I wholeheartedly endorse and welcome the charter for the bereaved, but it needs to take account of the relationship with other agencies, so that the bereaved do not have to chase the police for the release of the body—as happened in a case that was recently brought to me—and almost have to go through the funeral to the cremation without it. As a separate issue, the charter also needs to take into account inquests that might take place in several weeks' or months' time.
There still seems to be a distinction relating to the requirements for allowing a cremation to take place. Death certification is required, but in the case of a cremation, additional requirements and certificates are needed. That matter does not appear to be touched on in the Bill, but the recommendations that came out of the Shipman and Luce inquiries suggested that those questions would be dealt with. If that has not been reflected on to date, I hope that it will now be considered and addressed.
There is also the question of the proper recognition of the coroner service. I was grateful for the note that I received from the coroner for Essex and Thurrock, Caroline Beasley-Murray, who stressed the importance of the service while emphasising the need for training and a career structure. She hoped that that aspect would be dealt with through regulations, even though the Bill is silent on the issue. Perhaps the Minister will be prepared to reflect on that aspect of the service as the Bill goes into Committee.
I want to come back to clause 11 and the certification that would do away with a jury and enable an investigation to be held in private. I do not want to repeat the important points that have been made by other hon. Members, except to comment on the Secretary of State's point about the availability of judicial review. He said that there would be a right to challenge a decision on whether certification could take place. I have one fundamental question on that. If such a decision had been made on the basis of information that, by its very nature, had to be kept secret, how could someone challenge it on an ex parte basis and argue before a judge that there had been a procedural irregularity or that the decision had been unreasonable or irrational? A high hurdle would have to be overcome in order to gain protection in such circumstances, particularly in the context in which that right is intended to be framed.
I also want to talk about the thorny issues of data protection and data sharing. The last time I had the opportunity to debate these issues was during our consideration of the Serious Crime Act 2007, when we actively considered the use of data sharing and data matching to combat serious crime and fraud. The rules that were put in place by that Act were carefully crafted, and recognised as being there for a specific purpose. However, this Bill effectively drives a coach and horses through certain provisions, and does not properly take account of the fact that there are rights of ownership involved when we give personal information to other agencies, or that that information is given for a specific purpose. It is all very well to say that codes of conduct will buttress the provisions in some way, but the proposals are very wide-ranging and overarching. Once they are in place, there will be no real ability to change them.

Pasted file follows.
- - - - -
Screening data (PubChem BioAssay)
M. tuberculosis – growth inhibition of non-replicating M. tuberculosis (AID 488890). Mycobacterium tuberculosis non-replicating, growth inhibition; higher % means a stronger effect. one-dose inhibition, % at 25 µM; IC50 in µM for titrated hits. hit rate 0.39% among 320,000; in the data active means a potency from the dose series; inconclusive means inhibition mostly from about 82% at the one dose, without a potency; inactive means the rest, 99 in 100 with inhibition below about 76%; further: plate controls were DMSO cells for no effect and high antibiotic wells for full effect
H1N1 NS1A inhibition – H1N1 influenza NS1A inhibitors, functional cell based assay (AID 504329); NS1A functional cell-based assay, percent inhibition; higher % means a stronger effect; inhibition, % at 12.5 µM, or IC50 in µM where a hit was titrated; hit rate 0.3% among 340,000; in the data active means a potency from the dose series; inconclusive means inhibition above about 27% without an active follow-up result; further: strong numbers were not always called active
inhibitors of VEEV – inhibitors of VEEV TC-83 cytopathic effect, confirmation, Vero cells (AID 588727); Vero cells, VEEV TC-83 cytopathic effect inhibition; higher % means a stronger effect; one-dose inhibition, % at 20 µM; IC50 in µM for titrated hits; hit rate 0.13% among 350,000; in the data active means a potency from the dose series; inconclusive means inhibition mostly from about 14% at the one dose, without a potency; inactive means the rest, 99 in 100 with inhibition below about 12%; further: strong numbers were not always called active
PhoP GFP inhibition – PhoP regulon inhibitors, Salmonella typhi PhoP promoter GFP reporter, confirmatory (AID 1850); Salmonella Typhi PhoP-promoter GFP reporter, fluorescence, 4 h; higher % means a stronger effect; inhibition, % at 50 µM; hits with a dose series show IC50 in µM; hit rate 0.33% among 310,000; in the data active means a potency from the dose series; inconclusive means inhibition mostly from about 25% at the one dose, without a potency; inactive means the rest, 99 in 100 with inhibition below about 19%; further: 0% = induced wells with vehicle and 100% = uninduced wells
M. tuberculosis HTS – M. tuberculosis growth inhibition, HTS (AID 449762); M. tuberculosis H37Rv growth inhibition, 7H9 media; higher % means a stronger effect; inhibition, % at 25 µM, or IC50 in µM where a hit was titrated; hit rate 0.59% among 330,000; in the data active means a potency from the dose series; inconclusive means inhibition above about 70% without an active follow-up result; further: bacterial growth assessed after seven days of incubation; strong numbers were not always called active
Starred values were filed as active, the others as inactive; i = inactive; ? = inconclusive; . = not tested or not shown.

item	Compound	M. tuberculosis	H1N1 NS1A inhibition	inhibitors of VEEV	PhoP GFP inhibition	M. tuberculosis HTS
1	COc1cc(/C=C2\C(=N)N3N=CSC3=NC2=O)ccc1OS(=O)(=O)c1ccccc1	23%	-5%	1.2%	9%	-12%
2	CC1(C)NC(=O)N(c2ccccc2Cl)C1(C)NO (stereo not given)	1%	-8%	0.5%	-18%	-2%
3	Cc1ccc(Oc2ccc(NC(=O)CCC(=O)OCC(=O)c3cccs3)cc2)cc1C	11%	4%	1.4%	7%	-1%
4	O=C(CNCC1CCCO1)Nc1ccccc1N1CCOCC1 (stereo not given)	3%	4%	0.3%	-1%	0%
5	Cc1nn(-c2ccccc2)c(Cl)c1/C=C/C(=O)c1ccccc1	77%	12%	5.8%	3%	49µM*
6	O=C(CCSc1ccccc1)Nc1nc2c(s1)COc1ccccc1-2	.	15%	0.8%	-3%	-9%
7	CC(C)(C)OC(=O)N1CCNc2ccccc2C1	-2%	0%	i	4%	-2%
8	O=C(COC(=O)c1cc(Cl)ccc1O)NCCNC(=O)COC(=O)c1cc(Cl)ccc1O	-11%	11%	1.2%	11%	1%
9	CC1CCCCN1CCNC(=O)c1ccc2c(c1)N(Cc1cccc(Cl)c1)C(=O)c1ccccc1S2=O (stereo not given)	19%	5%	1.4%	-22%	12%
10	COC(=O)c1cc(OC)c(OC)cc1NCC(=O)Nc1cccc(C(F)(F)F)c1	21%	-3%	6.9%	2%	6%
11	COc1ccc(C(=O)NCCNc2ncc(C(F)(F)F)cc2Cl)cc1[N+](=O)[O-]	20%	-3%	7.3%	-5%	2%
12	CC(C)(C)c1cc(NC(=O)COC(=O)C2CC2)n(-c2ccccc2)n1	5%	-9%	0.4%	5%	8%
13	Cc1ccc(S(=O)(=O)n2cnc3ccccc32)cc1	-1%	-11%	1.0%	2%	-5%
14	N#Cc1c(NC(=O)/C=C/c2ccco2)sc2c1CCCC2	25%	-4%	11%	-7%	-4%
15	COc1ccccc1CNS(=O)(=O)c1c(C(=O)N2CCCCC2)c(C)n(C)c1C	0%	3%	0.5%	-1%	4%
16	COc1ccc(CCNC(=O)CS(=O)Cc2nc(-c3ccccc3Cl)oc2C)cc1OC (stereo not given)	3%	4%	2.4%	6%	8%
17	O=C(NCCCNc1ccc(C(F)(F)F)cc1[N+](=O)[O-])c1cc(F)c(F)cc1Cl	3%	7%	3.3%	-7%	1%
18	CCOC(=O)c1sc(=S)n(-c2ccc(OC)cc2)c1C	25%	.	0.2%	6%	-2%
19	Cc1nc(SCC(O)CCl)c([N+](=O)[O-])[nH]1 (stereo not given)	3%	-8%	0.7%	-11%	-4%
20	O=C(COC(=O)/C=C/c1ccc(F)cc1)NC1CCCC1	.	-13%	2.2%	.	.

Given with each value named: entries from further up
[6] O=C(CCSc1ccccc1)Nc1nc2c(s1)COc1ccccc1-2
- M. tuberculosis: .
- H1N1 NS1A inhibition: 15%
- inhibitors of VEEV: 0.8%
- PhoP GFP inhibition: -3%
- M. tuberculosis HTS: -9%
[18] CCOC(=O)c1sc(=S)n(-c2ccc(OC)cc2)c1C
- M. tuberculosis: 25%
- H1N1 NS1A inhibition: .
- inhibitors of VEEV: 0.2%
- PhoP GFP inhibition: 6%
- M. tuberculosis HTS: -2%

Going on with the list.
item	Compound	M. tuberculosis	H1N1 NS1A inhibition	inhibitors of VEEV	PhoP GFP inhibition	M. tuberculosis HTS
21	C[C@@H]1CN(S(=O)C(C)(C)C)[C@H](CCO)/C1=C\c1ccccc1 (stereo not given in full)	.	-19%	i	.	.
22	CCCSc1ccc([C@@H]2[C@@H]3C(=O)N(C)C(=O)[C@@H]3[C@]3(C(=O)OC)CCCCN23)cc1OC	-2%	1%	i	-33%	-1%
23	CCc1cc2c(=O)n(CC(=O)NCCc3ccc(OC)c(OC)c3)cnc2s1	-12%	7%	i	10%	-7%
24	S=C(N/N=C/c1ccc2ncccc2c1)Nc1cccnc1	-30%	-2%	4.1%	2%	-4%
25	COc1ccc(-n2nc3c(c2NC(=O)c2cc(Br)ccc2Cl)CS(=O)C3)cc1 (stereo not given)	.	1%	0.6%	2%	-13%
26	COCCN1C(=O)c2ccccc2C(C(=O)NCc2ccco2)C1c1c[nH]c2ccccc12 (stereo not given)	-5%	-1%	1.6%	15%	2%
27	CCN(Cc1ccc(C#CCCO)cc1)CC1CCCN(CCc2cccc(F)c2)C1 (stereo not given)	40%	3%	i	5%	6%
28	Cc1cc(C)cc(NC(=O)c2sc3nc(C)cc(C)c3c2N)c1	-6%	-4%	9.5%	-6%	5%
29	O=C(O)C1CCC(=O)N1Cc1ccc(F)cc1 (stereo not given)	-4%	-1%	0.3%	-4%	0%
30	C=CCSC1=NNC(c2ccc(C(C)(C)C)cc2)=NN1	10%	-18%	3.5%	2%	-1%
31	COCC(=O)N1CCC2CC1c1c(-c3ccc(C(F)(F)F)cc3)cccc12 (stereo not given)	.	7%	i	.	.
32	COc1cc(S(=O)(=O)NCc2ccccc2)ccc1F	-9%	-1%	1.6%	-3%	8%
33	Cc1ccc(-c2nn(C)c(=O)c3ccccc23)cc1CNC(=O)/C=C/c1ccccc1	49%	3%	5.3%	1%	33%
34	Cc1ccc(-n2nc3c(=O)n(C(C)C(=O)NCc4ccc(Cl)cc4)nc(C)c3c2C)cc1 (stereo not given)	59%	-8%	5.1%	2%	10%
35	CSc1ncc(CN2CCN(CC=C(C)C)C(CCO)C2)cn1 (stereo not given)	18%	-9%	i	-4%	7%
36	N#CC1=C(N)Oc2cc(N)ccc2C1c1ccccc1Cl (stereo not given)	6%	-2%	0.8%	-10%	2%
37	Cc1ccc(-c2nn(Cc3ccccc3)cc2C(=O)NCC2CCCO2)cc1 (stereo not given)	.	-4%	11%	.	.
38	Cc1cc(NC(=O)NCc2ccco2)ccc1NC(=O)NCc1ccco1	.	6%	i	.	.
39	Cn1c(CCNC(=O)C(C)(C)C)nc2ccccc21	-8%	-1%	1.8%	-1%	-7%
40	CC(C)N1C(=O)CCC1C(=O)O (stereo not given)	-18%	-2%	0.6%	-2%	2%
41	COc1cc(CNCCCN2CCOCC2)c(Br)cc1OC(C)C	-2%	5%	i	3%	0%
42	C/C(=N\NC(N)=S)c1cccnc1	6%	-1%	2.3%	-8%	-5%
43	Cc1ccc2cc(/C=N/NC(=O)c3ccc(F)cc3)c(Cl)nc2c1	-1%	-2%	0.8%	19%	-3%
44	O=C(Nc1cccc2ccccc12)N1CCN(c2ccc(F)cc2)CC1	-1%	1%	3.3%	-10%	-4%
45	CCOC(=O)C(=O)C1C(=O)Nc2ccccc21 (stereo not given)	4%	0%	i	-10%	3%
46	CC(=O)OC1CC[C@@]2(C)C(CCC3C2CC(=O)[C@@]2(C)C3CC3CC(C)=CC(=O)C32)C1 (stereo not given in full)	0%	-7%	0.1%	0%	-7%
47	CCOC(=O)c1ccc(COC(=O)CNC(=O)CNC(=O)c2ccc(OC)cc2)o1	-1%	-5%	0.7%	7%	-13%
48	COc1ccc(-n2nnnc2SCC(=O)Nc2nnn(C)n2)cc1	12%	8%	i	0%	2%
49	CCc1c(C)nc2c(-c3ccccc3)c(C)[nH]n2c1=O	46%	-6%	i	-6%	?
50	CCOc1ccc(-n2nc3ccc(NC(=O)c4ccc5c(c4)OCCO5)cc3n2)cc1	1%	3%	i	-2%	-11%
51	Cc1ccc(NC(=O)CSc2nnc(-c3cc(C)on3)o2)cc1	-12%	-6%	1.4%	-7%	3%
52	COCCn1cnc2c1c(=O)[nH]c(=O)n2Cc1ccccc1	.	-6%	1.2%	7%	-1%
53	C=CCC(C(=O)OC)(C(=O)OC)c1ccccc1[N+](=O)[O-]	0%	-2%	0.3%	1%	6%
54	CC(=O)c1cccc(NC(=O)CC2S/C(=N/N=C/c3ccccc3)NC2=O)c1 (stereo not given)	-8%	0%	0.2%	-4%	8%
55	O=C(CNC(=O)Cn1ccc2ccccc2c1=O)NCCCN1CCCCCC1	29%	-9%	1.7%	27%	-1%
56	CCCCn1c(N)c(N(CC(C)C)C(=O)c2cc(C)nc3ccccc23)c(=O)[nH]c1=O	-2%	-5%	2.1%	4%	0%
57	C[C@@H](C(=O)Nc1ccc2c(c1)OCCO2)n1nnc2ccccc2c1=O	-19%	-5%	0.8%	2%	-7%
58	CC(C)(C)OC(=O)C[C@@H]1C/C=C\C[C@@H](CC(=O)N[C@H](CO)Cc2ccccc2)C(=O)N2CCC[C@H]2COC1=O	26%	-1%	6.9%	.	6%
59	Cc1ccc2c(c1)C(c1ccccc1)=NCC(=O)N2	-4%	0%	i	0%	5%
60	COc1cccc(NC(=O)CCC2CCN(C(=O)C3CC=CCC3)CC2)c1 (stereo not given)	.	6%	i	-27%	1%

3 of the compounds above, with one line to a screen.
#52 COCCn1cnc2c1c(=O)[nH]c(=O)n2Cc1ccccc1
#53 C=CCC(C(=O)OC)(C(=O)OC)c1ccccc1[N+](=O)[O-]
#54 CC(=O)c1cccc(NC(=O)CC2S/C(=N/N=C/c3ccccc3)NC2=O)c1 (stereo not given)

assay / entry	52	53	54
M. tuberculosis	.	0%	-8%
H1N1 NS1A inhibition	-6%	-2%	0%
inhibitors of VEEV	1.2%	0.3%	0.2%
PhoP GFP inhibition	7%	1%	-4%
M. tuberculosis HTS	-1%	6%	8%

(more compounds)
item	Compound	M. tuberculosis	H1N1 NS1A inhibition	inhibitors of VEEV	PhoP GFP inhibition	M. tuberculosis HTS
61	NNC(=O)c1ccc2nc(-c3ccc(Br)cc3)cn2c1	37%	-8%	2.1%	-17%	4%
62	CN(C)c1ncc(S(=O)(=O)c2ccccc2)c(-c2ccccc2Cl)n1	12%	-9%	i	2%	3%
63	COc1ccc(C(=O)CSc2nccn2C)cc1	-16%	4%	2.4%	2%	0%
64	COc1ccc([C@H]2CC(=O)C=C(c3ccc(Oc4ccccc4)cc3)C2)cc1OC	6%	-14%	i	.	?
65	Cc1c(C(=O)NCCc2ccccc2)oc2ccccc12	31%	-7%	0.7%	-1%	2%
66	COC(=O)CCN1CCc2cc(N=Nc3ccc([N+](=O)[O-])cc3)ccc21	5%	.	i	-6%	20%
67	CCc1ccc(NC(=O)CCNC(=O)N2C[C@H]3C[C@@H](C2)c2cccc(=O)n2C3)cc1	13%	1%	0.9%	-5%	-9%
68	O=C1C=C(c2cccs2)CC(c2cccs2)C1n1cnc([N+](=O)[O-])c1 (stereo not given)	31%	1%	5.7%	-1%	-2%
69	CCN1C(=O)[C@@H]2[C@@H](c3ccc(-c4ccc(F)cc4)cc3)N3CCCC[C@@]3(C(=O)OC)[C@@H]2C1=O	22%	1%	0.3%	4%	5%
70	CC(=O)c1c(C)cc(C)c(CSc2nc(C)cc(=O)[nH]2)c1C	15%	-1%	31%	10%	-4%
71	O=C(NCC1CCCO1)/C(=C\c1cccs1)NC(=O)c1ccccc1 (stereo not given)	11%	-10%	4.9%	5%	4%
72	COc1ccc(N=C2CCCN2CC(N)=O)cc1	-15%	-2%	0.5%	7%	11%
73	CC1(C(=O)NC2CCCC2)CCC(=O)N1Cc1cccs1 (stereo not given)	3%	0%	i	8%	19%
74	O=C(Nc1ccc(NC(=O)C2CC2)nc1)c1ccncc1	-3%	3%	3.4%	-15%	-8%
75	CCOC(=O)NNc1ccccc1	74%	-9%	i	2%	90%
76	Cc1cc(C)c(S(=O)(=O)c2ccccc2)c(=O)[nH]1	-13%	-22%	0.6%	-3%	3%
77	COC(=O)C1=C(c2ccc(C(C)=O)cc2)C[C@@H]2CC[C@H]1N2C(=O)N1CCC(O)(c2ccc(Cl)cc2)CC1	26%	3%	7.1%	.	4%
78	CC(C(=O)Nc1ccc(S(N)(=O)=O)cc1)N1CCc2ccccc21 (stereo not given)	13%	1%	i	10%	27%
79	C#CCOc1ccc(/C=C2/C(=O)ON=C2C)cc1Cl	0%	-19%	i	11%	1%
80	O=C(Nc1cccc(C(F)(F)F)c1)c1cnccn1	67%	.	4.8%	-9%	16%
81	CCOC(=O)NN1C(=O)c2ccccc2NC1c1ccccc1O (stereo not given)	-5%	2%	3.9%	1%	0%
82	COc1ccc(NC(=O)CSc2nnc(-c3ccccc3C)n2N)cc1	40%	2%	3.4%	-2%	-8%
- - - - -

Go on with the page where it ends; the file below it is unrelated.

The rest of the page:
I will not give way, unfortunately.
The Bill seeks to justify some of the big databases that the Government propose to create. To my mind, this underlines a new concept for the Government in the creation of large databases and the storing of information at potential risk. They seem to be saying that in order to deliver services, they need to know almost everything. That is what is driving the creation of these databases. However, if that information is already at risk, because of the honeypot effect that makes it vulnerable to attack by cybercriminals and those who want to use it to perpetrate cybercrime—one of the fastest-growing kinds of crime in the country—we need robust measures to ensure that those data are properly protected.
If we then factor in the idea that the data will be shared with other agencies for those specified purposes, the chain is only as good as its weakest link. Information may have been provided to a particular agency in the knowledge that data protections would be in place in that area, but if it is then shared with other agencies, the standard of vigilance and the standard of data protection may not be as high. That alone shows how data sharing may create a further risk of cybercrime. Equally, there is the issue of insider risk in terms of the integrity of the information, where it resides, and the role of individuals who may take the information and sell it on for their own personal gain to those who may wish to misuse it.
Because we are going down this route, those activities may make us all less safe as individuals, which shows why this whole approach needs to be considered very carefully. It also shows why it is so important that the definition of what information is used for, and to whom it is provided, is framed in primary legislation. As currently framed, it seems as if this law will enable the Government to drive a coach and horses through fundamental legislation, including the Data Protection Act itself, and the protections encompassed within it. To my mind, that simply cannot be right. If those provisions remain as they are, it is difficult to see how they can possibly be acceptable.